Part man, part bull
Merkel courts the maddening Minotaur of the Euro-Zone crisis at the Greek peoples' peril. Gamal Nkrumah
ponders the German chancellor's pyrrhic victory
Behind every theorem or assumption about how dangerous the Euro-Zone will turn out to be without Greece resides a simple query. To what degree will Germany, Europe's economic powerhouse, locate its national interests in a shared understanding of the pivotal importance of sustaining a collective European integrated economy, including Mediterranean countries, the cradle of European civilisation. The Mediterranean nations, embodied in Greece -- but encompass Spain, Portugal and Greece -- are systematically dismissed pejoratively as "reckless", "irresponsible", and even "capricious" by the more affluent and better-organised northern Europeans as epitomised by the Germans.
One aspect of European integration seems clear enough. The clean, clinical lines of German and Nordic efficiency have given way to the messier manner of the traditional Mediterranean tackling of financial affairs. Whatever the complexity of the financial security Mediterranean Europe seeks from following in the slipstream of their supposedly proficient northern partners in Europe, emanating from Frankfurt and Brussels, will rest on the weight the lackadaisical Mediterranean nations affords to co-operation with their northern counterparts.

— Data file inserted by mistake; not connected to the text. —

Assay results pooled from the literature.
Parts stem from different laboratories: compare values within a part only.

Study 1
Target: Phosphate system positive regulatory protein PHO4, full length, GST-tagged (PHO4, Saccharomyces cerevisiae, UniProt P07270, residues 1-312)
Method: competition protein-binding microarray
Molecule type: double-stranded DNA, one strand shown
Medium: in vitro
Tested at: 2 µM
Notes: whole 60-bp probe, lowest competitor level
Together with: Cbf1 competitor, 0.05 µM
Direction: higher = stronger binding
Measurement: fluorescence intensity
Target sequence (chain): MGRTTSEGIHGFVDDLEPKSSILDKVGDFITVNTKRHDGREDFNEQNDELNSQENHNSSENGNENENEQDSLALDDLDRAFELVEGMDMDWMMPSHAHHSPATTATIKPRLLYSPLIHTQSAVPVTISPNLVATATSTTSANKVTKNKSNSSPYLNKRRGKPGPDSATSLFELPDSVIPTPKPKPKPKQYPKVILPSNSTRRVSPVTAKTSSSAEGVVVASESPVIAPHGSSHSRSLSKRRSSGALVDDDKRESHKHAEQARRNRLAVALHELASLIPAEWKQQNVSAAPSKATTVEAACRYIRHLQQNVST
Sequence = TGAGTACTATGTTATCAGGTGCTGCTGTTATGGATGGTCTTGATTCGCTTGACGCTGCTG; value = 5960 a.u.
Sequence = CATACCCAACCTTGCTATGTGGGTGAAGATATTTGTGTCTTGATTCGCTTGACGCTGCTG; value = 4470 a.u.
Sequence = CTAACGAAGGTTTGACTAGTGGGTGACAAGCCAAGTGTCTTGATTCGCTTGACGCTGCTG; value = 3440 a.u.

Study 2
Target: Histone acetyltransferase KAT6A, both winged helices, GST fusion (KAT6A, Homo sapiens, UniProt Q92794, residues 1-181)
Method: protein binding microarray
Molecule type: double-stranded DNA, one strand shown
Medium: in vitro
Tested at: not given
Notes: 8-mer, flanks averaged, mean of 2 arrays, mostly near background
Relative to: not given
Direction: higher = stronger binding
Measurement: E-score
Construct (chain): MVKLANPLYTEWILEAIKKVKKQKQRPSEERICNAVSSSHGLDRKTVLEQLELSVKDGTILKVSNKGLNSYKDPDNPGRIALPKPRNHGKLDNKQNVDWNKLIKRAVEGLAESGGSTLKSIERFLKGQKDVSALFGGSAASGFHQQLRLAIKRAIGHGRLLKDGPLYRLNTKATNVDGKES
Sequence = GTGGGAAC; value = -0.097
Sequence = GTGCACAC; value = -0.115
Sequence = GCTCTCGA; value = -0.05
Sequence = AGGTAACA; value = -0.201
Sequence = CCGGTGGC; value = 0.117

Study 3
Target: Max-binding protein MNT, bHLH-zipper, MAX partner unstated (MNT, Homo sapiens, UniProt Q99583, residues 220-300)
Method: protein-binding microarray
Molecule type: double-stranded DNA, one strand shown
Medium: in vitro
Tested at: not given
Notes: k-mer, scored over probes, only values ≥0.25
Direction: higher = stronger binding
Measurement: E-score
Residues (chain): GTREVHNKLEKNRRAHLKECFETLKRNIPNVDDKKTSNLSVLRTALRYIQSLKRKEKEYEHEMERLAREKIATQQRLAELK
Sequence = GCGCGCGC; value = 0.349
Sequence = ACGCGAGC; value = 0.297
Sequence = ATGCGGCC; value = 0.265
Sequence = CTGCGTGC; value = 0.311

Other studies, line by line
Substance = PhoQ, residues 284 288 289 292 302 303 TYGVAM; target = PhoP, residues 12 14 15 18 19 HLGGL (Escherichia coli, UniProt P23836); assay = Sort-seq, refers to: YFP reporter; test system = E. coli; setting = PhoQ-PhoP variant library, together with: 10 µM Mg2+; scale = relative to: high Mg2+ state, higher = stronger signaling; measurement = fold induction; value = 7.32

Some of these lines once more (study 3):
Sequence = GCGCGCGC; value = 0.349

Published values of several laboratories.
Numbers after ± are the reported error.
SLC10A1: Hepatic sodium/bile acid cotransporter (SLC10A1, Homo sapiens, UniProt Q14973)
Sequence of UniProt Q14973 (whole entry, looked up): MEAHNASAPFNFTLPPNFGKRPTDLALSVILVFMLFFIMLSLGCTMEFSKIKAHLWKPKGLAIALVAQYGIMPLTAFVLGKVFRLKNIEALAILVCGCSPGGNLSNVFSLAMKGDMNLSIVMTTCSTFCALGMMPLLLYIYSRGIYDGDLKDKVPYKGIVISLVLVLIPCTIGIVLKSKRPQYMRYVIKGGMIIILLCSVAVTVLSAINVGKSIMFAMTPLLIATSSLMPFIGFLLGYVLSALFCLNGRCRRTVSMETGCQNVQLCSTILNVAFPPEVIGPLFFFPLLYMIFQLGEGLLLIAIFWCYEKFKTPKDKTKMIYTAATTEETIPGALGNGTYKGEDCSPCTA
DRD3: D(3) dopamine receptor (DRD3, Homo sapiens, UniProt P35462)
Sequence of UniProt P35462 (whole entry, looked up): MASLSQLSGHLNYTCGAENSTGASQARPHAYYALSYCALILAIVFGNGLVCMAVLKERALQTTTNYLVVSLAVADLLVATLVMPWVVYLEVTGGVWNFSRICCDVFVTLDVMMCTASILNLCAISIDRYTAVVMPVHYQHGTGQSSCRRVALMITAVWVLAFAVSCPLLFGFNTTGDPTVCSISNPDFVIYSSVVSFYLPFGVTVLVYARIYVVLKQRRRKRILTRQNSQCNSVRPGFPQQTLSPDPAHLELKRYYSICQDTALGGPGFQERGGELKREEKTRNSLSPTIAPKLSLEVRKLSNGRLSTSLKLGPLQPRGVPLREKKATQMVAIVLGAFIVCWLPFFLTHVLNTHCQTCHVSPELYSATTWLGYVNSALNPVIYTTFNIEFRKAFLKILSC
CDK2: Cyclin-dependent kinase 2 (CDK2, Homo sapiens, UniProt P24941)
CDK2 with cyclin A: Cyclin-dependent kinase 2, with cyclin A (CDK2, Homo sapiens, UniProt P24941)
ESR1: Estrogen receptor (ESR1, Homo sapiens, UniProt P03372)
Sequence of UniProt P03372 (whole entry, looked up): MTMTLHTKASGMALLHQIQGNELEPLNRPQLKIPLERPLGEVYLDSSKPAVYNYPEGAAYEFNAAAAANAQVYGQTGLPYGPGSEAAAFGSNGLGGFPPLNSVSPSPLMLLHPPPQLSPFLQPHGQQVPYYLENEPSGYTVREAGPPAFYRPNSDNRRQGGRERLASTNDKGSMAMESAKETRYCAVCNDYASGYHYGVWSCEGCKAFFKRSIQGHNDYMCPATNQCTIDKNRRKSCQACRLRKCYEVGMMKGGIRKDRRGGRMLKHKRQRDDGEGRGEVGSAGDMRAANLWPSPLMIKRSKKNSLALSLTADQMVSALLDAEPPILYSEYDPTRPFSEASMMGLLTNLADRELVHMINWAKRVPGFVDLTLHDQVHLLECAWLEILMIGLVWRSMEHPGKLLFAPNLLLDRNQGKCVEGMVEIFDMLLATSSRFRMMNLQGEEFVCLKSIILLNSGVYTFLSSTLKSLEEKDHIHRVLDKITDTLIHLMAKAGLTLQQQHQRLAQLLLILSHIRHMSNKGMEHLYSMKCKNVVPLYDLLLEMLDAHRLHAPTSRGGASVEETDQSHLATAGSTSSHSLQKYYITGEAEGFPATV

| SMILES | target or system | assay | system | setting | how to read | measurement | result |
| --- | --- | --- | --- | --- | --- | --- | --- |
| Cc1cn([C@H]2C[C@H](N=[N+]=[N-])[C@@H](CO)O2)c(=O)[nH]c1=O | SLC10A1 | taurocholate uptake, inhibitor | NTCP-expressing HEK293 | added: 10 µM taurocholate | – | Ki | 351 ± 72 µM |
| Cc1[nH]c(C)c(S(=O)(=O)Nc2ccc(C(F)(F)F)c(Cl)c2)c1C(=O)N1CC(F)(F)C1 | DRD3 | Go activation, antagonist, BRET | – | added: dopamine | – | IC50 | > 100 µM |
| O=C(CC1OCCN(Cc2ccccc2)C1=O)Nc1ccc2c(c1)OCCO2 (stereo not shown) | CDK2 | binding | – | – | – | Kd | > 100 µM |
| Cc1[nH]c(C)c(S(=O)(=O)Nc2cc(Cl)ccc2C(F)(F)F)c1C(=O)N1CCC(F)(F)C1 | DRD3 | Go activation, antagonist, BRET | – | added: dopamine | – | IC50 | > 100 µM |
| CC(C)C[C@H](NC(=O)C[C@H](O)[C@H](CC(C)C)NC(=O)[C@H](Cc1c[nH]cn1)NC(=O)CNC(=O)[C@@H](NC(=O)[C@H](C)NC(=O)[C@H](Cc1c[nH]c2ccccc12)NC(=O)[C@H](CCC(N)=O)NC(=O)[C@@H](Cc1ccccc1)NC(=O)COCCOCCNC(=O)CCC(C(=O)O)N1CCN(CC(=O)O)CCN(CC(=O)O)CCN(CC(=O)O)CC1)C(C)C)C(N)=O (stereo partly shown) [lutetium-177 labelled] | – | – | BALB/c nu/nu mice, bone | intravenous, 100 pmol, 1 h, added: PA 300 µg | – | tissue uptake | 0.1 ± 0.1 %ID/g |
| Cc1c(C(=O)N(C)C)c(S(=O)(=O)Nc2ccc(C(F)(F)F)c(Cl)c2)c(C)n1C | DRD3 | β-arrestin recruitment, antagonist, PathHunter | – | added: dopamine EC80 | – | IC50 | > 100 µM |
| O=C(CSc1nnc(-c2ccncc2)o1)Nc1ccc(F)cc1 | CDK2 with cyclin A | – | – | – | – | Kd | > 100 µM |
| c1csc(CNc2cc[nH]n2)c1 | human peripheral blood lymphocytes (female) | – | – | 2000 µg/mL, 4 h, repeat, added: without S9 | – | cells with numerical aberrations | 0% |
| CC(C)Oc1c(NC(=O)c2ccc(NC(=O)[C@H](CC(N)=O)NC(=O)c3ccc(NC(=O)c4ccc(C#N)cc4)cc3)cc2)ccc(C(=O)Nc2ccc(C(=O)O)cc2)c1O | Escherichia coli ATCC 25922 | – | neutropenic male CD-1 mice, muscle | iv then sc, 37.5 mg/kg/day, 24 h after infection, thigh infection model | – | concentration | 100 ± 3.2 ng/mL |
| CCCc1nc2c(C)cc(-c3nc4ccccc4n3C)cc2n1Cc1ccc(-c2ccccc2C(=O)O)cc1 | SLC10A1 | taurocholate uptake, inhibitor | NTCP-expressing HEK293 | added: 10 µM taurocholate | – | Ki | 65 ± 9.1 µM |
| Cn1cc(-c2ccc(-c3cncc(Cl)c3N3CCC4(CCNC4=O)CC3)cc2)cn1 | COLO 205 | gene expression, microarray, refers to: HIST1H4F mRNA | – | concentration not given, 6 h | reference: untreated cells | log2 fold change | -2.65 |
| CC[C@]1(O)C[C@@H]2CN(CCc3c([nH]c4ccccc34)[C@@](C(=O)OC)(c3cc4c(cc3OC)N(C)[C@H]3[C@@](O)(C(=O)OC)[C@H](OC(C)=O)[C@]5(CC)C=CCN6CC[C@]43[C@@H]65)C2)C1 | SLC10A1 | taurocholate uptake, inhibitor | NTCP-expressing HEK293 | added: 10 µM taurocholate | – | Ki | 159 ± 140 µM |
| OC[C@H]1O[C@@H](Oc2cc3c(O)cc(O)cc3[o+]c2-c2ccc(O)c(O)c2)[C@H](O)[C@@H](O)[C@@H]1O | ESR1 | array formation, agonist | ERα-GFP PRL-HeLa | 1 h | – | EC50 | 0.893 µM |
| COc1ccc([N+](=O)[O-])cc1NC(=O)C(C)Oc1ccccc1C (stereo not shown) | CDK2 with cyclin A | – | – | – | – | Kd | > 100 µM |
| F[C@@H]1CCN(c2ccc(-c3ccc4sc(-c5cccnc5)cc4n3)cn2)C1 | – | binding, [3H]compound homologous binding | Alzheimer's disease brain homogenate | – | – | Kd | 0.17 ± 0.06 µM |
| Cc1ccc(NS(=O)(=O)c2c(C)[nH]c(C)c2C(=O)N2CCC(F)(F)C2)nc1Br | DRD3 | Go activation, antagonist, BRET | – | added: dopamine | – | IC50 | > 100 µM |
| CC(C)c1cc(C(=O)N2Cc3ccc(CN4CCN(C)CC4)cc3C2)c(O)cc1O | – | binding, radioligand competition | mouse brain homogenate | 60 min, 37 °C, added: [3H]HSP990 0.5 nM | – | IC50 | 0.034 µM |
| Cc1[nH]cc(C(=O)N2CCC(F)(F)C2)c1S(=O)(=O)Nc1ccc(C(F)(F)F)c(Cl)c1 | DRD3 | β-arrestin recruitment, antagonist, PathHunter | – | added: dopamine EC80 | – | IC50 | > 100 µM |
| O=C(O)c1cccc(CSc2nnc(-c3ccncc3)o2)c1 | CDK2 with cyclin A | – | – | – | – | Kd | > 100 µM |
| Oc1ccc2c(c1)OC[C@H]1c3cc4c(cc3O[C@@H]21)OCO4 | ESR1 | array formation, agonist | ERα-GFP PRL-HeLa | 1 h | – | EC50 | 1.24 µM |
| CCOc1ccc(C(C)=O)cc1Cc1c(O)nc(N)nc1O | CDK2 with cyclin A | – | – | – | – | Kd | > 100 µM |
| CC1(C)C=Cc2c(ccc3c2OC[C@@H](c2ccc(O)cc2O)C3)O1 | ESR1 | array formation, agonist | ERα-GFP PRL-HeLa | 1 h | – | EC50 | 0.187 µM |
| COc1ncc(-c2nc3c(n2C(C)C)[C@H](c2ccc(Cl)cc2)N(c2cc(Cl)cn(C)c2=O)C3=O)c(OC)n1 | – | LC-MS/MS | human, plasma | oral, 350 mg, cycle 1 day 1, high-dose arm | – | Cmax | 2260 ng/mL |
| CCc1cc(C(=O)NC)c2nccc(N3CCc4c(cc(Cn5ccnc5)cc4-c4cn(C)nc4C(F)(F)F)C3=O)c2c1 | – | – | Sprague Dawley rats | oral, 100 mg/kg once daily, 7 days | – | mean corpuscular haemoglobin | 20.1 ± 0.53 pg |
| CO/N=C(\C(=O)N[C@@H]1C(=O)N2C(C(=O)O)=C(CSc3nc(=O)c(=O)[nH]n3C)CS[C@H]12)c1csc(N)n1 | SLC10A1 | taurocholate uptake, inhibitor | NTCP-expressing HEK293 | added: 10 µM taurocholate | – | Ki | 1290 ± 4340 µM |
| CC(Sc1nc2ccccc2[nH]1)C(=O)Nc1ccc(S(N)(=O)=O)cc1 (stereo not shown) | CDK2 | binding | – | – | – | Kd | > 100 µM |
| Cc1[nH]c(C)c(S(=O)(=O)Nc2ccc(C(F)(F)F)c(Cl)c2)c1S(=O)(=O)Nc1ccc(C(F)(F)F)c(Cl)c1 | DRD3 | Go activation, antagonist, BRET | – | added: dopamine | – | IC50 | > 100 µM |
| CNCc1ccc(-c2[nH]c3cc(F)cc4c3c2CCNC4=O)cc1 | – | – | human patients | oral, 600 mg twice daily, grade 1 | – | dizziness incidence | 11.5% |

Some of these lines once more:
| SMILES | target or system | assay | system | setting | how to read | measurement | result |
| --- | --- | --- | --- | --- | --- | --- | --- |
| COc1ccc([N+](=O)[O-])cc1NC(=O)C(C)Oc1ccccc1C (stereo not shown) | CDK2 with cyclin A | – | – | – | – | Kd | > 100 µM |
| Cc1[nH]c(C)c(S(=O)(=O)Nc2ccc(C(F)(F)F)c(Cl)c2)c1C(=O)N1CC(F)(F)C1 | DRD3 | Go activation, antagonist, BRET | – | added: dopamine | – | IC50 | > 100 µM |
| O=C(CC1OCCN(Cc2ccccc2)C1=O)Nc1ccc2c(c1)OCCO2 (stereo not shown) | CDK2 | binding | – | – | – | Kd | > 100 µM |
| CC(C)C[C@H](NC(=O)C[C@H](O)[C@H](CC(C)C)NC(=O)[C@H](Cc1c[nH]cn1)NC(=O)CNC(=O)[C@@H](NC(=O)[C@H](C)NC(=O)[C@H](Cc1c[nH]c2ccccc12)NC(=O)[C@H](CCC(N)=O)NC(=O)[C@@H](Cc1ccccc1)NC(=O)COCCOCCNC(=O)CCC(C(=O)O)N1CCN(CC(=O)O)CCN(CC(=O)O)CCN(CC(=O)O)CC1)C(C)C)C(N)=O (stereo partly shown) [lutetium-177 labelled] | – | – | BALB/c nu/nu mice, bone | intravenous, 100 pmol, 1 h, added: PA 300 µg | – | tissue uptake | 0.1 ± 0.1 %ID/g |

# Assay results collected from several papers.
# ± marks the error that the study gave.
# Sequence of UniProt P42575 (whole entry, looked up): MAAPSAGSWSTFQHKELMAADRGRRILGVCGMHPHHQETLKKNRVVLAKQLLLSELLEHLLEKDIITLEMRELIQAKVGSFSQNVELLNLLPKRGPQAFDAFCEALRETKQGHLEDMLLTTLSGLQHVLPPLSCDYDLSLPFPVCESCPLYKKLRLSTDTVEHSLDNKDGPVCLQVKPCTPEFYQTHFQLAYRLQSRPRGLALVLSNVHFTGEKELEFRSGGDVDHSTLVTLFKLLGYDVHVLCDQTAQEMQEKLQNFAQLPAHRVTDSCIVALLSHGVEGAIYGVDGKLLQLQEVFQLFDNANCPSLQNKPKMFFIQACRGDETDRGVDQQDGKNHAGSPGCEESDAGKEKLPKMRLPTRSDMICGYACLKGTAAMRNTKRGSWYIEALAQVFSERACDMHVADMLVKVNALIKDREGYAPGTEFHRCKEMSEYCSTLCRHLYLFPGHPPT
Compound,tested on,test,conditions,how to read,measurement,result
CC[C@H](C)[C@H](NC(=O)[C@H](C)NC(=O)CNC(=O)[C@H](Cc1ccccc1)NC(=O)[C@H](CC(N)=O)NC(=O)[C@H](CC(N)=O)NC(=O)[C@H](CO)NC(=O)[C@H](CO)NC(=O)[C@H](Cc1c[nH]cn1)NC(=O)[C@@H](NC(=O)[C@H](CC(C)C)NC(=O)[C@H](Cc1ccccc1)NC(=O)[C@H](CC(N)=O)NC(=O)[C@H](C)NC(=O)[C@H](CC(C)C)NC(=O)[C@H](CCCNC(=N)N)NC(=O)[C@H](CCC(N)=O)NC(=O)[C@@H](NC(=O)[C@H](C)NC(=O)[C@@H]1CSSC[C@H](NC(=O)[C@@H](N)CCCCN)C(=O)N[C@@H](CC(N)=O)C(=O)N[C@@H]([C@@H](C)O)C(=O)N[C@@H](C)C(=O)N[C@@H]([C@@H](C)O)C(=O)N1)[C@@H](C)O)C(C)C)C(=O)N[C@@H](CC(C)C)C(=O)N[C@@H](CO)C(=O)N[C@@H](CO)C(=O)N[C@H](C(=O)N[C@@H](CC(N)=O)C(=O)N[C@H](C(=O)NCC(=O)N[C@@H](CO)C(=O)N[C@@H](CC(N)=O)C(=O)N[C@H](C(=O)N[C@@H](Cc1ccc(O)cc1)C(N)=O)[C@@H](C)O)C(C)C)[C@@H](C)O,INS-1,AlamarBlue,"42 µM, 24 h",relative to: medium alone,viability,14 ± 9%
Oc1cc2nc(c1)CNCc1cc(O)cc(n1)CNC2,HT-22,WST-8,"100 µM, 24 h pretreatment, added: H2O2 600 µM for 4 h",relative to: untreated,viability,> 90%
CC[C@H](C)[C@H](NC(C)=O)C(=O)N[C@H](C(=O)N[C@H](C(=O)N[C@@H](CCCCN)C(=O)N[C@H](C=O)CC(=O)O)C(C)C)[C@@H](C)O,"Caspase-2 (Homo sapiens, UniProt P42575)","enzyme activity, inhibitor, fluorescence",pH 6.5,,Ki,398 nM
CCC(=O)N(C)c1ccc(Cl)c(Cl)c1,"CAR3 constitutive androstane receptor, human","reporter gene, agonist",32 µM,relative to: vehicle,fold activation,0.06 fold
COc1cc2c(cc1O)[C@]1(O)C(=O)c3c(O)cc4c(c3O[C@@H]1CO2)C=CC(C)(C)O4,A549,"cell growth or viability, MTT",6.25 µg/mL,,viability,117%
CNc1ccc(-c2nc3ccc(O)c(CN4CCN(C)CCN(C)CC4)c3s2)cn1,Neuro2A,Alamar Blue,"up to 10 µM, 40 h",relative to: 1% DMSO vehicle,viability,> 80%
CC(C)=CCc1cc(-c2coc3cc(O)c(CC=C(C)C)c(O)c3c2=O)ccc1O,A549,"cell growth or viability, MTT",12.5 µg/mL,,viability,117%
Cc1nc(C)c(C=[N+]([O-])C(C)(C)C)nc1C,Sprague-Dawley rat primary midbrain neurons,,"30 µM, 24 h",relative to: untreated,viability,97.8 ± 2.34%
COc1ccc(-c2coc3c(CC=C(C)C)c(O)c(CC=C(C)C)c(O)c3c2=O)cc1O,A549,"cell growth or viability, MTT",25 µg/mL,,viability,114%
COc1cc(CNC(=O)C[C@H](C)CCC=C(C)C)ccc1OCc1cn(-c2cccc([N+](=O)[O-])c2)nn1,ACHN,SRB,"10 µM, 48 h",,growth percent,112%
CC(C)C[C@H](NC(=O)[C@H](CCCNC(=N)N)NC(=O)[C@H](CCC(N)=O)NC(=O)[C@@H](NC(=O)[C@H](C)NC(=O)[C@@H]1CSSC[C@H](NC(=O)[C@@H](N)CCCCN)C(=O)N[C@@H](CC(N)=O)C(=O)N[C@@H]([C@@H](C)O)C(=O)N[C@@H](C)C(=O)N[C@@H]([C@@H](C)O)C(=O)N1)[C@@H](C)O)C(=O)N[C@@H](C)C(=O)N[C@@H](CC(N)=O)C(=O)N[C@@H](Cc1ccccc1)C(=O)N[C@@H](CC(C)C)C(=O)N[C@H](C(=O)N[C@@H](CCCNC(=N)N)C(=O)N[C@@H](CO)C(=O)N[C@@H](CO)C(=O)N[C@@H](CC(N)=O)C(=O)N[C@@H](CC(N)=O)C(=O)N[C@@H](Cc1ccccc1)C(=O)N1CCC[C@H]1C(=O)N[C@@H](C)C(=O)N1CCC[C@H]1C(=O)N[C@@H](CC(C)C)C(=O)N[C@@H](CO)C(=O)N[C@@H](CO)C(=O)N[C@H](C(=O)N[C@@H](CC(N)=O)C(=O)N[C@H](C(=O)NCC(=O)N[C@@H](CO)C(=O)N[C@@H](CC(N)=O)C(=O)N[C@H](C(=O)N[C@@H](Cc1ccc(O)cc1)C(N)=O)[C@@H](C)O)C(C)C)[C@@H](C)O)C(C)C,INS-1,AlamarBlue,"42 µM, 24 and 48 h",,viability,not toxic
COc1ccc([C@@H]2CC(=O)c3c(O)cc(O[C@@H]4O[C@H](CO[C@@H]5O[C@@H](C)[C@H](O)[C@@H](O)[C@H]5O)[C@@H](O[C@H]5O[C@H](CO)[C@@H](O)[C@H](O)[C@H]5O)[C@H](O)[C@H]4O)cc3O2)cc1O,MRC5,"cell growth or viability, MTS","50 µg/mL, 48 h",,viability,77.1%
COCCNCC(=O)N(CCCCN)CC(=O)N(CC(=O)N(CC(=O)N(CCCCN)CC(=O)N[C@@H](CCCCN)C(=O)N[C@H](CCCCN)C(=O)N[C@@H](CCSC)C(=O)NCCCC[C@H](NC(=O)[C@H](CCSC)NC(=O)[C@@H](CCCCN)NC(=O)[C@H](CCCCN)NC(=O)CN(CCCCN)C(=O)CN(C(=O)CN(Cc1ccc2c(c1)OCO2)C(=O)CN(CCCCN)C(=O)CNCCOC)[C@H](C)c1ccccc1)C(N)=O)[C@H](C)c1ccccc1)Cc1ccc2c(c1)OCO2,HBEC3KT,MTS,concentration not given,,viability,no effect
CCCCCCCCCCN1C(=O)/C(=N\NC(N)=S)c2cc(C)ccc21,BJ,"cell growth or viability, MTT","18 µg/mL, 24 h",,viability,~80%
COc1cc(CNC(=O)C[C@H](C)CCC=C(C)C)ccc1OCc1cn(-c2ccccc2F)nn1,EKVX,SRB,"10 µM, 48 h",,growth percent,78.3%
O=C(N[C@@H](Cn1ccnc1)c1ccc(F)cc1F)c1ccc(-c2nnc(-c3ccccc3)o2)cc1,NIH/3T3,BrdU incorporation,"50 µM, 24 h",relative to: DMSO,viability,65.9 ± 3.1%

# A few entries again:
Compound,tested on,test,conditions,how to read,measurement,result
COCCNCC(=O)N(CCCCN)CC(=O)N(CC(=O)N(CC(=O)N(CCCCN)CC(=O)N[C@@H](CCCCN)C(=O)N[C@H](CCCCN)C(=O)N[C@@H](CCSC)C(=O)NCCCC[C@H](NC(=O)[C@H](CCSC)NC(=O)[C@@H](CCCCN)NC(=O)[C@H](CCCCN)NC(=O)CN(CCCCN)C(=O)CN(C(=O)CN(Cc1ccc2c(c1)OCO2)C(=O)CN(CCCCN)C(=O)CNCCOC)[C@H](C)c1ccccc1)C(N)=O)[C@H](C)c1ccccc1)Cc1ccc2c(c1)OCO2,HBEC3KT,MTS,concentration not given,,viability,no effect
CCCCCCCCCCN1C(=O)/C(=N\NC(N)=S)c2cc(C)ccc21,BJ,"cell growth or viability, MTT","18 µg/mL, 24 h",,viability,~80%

All this myth-making probably sounds rather abstract. But the unfortunate truth is that it actually has chilling real-world relevance in contemporary Europe. The Bull-headed man of the Mediterranean labyrinth in Crete, the monster Minotaur, beloved of the Cretan King Minos, is Greece's modern $130 billion national debt. However, the Minotaur that the West, and especially Germany Greece's major benefactor wish the most to slay is the motley leftist parties that are fast gaining in popularity among the Greek electorate. Many of these parties would like to see the euro ditched as Greece's official currency in favour of the drachma. Argentina broke its peg with the US dollar a decade ago, defaulted on its foreign debt and has since flourished.
The string trail spun by Adriadne, daughter of King Minos who fell in Love with Theseus who in turn butchered the monstrous Minotaur, is the German-led demand on Mediterranean nations such as Greece, Portugal and Spain currently undergoing drastic austerity programmes aimed at reducing their public debt and budget deficits.